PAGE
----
Here in the United States, hospice care has become very important indeed, especially with the rising population of senior citizens that can be seen all throughout the country as the baby boomer generation continues to age. And as people age, they also often begin to require help with basic tasks, from help with safe bathing to meal preparation to even just getting around the home.
After all, living alone can prove to be all too dangerous for many a senior citizen, of whom up to 70% will require, at some point in their later years, some level of long term care. For many elderly people, living alone can too easily prove to be a fall risk. Falls for seniors can be devastating – and can even be life ending, depending on how they fall, where they fall, and how quickly they are able to receive help. For many seniors, falls can lead to many other complications, from the risk of infection to a lack of mobility and declining quality of life.
In fact, many seniors find that the risk of a fall is not worth living completely independently – but the thought of moving to an assisted living facility is still very far from being in any way appealing. After all, up to 90% of all seniors are planning on staying in their own homes as long as they are possibly able to. For many people, this will require the help of live-in care or some type of sitter services. In some cases, hourly care might even be necessary.
Live-in care professionals can provide more than just hourly care, though hourly care is likely to be the brunt of what they are doing. Aside from hourly care, these nurses and caregivers will also be able to do things like light housekeeping. After all, a patient who is need of hourly care is likely to not be able to care for their home at the standards of what was once possible for them. In addition to both hourly care duties and housekeeping tasks, running errands – such as to get groceries or even medications – is also commonplace for many a live in care professional working here in the United States. Again, someone in need of hourly care is unlikely to be able to drive themselves around, making the help of these aforementioned care professionals all the more important for such patients.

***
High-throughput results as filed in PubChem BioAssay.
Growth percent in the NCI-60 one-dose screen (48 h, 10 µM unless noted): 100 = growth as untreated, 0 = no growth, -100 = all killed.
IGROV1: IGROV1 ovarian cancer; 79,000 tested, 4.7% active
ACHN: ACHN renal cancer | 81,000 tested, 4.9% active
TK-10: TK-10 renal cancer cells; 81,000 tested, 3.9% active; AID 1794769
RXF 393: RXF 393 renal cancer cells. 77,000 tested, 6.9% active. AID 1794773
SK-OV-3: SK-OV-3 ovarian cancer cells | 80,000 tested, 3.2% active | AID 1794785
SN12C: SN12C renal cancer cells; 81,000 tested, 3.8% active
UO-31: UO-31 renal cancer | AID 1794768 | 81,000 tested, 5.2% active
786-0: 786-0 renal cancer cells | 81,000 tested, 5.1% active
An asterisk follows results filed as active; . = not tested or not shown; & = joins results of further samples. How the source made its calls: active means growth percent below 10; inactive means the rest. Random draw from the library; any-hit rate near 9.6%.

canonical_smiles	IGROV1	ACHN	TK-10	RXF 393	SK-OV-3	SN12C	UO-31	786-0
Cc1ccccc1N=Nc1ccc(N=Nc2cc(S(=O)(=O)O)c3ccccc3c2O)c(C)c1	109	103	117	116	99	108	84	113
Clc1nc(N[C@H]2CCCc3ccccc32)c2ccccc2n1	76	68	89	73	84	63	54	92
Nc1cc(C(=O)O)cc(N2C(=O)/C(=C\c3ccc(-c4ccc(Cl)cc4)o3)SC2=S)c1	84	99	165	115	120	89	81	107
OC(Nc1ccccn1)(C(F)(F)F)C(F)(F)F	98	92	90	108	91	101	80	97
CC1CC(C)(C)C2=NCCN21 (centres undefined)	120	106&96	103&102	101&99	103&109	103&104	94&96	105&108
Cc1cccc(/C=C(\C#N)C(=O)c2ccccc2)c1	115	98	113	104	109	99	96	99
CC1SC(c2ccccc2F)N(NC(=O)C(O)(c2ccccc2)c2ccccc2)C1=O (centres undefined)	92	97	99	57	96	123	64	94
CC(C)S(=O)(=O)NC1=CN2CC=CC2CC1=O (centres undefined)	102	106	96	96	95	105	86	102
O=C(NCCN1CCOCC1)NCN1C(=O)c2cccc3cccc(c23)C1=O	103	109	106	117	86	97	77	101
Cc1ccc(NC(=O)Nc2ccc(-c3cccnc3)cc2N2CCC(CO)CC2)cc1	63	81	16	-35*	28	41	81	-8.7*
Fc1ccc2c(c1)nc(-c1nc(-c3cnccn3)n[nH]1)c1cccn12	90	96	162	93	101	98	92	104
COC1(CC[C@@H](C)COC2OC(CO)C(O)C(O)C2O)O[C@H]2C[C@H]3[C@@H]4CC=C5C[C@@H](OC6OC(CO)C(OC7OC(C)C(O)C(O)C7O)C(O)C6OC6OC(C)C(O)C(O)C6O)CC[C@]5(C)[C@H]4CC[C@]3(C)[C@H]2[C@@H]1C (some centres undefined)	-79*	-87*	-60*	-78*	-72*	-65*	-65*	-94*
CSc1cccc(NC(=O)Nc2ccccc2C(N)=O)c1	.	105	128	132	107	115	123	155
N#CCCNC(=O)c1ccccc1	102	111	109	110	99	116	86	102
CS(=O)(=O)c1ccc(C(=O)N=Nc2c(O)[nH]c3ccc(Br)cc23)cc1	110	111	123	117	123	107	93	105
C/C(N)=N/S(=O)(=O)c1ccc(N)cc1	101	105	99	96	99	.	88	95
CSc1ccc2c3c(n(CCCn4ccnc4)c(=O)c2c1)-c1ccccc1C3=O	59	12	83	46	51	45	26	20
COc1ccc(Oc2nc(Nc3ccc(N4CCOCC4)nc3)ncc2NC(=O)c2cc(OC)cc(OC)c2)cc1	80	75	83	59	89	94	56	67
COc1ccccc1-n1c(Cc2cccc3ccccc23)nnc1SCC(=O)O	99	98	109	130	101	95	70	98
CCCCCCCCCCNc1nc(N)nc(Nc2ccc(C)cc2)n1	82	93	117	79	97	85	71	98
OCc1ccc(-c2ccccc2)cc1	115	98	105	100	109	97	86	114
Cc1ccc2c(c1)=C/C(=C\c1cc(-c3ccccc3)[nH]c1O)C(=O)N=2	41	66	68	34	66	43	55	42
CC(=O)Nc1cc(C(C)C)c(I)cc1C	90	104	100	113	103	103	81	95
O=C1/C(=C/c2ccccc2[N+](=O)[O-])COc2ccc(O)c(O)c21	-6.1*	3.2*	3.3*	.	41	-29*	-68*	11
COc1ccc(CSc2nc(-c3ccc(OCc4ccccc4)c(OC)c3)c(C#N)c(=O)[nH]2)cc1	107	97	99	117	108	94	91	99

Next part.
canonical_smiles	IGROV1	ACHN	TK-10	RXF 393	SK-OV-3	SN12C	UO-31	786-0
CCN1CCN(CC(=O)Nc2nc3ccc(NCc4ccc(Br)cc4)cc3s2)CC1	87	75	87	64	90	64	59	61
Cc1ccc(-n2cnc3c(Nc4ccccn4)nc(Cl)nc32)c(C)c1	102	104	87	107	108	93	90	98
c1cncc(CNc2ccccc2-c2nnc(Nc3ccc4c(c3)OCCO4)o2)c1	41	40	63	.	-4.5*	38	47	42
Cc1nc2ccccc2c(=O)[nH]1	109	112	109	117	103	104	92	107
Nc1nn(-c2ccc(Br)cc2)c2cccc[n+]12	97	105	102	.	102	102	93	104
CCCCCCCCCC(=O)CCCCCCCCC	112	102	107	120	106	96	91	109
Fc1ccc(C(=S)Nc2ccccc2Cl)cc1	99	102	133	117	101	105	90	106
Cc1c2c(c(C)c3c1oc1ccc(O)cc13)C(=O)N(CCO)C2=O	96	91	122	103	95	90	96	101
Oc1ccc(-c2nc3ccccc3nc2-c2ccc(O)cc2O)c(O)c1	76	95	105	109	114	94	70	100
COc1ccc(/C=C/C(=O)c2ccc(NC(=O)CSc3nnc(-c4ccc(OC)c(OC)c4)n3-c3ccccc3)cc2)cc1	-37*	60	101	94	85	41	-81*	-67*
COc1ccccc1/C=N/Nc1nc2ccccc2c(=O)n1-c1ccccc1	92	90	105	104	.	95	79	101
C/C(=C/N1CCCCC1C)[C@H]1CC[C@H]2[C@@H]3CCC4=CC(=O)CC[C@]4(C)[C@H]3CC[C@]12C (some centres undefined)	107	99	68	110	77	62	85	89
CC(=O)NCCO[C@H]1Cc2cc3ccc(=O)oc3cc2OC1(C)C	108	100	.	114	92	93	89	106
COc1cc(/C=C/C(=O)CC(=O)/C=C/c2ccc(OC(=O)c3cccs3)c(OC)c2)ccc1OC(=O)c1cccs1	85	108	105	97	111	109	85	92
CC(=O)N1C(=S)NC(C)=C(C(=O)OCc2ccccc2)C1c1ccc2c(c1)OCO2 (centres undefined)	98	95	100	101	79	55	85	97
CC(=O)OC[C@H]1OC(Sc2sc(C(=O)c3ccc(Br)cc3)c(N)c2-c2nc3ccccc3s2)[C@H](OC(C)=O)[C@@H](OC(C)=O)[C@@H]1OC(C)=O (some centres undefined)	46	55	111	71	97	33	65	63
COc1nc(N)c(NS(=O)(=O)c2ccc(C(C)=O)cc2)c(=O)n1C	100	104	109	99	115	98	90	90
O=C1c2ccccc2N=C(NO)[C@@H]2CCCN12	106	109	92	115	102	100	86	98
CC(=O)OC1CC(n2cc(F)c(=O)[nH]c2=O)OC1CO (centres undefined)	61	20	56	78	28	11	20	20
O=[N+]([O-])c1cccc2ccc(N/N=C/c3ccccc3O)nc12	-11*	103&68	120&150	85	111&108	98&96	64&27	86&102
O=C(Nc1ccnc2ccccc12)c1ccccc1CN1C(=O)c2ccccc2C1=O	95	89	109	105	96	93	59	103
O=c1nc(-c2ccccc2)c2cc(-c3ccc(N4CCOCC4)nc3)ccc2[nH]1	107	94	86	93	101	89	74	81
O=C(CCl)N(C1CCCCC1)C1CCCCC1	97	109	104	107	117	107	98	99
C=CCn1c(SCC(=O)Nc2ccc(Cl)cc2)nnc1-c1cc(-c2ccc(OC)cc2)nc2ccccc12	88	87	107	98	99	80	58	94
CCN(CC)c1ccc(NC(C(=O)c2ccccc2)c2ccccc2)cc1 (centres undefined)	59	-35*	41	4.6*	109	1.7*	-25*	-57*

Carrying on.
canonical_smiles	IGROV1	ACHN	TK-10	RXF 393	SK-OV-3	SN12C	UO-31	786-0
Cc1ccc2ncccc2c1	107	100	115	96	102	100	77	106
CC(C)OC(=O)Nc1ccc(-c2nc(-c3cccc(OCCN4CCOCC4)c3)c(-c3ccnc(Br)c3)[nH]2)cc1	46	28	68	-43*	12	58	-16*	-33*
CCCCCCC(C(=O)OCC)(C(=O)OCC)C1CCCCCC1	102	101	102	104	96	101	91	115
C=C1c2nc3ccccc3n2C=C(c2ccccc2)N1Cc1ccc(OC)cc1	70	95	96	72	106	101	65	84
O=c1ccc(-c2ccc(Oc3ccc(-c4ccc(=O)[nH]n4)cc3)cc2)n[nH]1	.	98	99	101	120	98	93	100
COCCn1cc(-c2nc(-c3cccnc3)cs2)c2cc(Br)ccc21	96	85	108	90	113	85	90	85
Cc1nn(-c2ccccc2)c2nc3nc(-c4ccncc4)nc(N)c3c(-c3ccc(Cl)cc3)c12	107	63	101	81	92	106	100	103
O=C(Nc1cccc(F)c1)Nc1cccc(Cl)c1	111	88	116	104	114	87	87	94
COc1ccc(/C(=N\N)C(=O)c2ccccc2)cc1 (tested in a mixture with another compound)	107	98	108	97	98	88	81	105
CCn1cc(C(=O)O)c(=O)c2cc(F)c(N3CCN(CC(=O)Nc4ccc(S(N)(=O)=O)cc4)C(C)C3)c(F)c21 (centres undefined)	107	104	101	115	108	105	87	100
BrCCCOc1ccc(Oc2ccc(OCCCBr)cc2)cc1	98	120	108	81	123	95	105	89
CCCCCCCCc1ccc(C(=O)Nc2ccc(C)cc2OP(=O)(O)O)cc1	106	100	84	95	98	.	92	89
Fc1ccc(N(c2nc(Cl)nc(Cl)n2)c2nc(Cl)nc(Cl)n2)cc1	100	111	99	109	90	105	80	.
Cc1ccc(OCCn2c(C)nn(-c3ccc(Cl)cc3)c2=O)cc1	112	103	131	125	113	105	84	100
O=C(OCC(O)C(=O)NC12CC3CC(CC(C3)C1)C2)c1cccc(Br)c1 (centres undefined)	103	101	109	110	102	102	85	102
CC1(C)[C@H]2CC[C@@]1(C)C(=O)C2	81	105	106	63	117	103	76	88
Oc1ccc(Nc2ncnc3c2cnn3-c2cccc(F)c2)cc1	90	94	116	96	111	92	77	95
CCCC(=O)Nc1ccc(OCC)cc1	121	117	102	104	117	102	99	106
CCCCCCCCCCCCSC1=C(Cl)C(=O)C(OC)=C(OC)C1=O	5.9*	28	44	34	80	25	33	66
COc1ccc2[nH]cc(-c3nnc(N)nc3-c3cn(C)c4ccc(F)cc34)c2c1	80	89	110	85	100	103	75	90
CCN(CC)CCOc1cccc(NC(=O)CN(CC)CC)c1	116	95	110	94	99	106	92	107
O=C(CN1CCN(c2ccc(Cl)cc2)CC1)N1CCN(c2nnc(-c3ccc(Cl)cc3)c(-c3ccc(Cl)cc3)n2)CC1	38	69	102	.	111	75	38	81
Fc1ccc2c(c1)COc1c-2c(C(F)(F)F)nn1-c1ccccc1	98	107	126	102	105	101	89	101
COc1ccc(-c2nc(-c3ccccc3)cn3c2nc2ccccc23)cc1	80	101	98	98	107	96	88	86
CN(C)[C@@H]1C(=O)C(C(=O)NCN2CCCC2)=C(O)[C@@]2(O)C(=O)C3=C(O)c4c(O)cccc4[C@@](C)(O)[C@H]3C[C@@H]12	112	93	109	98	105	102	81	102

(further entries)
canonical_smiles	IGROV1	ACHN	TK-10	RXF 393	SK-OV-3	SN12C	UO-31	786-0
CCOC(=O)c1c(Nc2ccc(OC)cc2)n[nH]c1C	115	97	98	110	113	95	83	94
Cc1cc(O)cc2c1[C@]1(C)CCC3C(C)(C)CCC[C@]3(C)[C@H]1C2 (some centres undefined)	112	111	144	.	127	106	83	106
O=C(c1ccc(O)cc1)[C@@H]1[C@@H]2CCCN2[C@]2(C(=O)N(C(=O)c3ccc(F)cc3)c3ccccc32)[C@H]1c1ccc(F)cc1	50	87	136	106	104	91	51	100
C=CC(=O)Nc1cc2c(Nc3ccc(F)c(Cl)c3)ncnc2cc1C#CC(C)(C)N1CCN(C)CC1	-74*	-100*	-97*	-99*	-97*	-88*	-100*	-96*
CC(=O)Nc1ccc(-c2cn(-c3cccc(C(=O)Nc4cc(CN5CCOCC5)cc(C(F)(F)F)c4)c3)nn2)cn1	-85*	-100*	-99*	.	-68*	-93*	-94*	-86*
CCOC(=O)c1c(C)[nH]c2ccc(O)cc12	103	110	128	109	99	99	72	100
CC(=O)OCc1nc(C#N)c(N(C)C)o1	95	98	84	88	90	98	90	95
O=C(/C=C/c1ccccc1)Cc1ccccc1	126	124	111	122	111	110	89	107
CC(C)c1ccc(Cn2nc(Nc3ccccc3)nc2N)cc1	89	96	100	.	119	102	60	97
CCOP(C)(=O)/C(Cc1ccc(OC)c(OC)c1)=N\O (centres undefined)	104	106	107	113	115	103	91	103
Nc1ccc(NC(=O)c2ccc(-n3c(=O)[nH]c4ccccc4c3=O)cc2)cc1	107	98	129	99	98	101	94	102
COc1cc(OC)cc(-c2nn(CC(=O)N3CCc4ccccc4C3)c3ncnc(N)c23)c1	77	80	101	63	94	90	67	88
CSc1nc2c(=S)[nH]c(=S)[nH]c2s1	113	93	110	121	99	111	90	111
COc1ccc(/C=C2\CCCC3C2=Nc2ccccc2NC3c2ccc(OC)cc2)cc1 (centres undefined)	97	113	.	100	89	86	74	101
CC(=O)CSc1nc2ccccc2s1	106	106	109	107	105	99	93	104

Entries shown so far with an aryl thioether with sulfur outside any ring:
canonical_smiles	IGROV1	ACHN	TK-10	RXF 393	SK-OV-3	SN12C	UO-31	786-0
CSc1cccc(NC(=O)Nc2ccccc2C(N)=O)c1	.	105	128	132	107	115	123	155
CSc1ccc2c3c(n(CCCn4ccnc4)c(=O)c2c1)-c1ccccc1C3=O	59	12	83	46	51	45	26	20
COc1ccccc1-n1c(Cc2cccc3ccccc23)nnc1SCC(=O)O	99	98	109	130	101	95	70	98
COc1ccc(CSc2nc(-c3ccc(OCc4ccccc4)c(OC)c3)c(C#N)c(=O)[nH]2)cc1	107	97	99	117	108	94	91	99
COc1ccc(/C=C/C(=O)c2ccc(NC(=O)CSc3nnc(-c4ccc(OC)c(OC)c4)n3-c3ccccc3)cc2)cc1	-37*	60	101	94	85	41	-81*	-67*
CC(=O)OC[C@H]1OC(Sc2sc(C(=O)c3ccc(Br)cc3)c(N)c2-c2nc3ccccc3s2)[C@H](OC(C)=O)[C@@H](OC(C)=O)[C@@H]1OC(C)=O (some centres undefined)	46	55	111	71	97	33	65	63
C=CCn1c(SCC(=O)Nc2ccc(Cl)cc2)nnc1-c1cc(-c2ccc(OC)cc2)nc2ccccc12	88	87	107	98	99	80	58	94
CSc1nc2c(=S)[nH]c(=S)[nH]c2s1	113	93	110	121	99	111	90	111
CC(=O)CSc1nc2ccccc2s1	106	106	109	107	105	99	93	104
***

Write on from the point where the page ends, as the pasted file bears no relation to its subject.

And live in care professionals do even more, going so far in the line of duty to be referred to as companion aides. These aides can provide the hourly care that keeps patients safe, but they can also provide them with companionship as well. This companionship can be truly just as important as any other aspect of the hourly care that is being provided, as elderly people often find themselves feeling alone and isolated in their old age, especially as their friends all around them either pass away or enter assisted living facilities of their own. For many elderly people, the caring companionship of a home health aide can do wonders for their overall outlook on life, and the hourly care should always include some level of socialization.
However, even the best hospice care in the world is sometimes not enough, and some patients will eventually need to be transferred to assisted living facilities or nursing homes, depending on the level of care as well as the type of care that they are in need of. In addition to hourly care, for example, some elderly people will also need round the clock supervision, something that those providing in home care for seniors are not always able to do. In nursing homes, patients who need more help can get it – and can therefore get the level of care that they need and deserve as well.
At the end of the day, it is important to meet the care needs of our senior citizens, a population that is on the rise all throughout the United States – as well as in a number of other places all throughout the world as well. From hourly care to companionship, there are many ways these needs are met.